The issues you are studying are of high priority. Without an adequate
modeling of time, space, events, causality, and correlations to have
semantic information about the world as well as to develop real semantic web
applications is hardly possible. What makes me think your Event-Model-F may
go is the ontological base which you chosen as the fundamental assumptions.
Real ontology is all about fundamental things: entity classes, essential
properties and relationship classes, it is not about individuals, instances,
specific properties and concrete links in concrete situations.
----- Original Message -----
From: "Ansgar Scherp" <scherp@xxxxxxxxxxxxxx>
To: "AzamatAbdoullaev" <abdoul@xxxxxxxxxxxxxx>
Cc: <semantic-web@xxxxxx>; "[ontolog-forum]"
Sent: Thursday, September 03, 2009 8:38 PM
Subject: Re: [ontolog-forum] Event Ontology (01)
> Dear Azamat
> Thank you for pointing out to that website. However, it is not my
> intention to discuss which one of the foundational ontologies is the
> "best" one.
I hope so.
>I looked into the white paper you provide on your web page, it contains
>some interesting references. However, it does not really help me to see the
>"real place of dolce in the system of upper ontologies" as the paper does
>not compare the upper ontologies.
AA: Indeed. A detailed comparison of upper ontologies one can find in
> choice of DOLCE+DnS Ultralight was based on reading other related work and
> our own experience.
> I was also wondering, if for the standard (upper) ontology you are
> proposing a modeling in OWL is available? I didn't find any on the web
> But coming back to your statement that there is a "poor ontological study"
> of events.
AA: Poor in ontological value. I mentioned to Dan a vast listing of
references, only in the Google.books,
http://books.google.com/books?q=Events. One can find studies on many aspects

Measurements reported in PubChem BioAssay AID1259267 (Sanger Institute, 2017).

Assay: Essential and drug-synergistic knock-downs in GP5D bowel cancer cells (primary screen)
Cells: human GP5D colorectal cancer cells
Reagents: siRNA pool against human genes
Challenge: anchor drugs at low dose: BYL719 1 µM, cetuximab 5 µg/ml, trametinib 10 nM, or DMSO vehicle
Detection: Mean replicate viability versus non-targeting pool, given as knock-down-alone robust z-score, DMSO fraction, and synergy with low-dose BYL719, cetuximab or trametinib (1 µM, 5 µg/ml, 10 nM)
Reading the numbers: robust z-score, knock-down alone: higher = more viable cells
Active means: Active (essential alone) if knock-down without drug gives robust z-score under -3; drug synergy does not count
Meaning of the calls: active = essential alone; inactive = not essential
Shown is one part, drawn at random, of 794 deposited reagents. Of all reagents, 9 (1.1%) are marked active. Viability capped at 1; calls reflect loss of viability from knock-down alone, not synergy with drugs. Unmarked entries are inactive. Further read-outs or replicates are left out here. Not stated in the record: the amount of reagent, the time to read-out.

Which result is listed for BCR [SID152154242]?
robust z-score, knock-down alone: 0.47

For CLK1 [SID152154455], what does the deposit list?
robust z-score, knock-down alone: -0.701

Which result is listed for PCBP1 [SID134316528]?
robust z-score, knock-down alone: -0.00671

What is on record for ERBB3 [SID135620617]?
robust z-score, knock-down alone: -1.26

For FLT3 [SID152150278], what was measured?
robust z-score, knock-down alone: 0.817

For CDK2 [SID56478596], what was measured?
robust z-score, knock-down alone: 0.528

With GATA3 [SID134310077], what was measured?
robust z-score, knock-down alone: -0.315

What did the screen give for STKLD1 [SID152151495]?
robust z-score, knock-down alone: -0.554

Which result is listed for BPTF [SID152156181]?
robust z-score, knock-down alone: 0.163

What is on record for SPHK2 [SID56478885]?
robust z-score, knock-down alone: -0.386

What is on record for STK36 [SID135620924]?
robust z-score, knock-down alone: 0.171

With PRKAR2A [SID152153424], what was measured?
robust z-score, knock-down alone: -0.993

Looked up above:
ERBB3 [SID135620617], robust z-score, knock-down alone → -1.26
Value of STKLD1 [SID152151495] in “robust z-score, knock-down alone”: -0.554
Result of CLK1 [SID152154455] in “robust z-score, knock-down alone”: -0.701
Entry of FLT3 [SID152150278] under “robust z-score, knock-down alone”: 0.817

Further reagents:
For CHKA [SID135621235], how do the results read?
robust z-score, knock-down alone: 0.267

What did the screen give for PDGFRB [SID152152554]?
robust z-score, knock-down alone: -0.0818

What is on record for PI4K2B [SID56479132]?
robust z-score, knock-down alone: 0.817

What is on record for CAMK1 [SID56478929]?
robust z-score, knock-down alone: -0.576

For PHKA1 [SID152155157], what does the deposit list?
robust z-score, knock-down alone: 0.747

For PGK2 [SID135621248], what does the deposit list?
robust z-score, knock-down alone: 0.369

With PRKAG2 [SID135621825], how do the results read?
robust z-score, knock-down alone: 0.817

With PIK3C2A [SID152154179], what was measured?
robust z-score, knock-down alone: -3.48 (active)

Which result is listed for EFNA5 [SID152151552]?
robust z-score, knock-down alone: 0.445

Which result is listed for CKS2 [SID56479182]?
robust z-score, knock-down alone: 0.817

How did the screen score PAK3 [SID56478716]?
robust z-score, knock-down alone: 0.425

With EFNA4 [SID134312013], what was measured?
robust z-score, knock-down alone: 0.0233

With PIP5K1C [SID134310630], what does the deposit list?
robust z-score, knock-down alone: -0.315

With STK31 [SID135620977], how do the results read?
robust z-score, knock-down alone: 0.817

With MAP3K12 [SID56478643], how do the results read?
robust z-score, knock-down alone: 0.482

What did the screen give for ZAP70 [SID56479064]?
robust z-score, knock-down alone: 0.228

and features of events, mathematical, logical, epistemological, linguistic,
physical, social, etc. but really ontological analyses are very few, mostly
confusing events as "spatiotemporal regions", "instantiations of
I would argue for the contrary: the concepts of event
> and object have a long history in philosophy and are well studied there.
AA: It is. But we talk here about ontology, moreover, a formal ontology of
events, moreover, an integrated formal ontology of events .
> Based on this work and using DOLCE+DnS Ultralite as basis layer, we define
> in the Event-Model-F different ontology design patterns to express, e.g.,
> causal relationships between events and interpretations of events. Here,
> the causality pattern defines a cause and an effect and is saying that
> causes and effects are events and only events.
Because of the hapless choice of the base, your restricted yourself to a
singular asymmetric causality, the so-called token-token causation. The
ontological relation of causality is semantically richer, covering all
fundamental laws, allowing reverse backward causality and causal circles. In
fact, causes and effects are classes (kinds) of changes, sometimes called
generic events, forming generic causality, marked by reflexivity, symmetry,
and transitivity. What you are studying: a causality instantiated in a
certain situation, particular causality, temporally and spatially
> addition, such a causal relationship holds under some justification and
> there is always such a justification. As there might be different
> interpretations of an event, the interpretation pattern allows to assemble
> different views onto that event.
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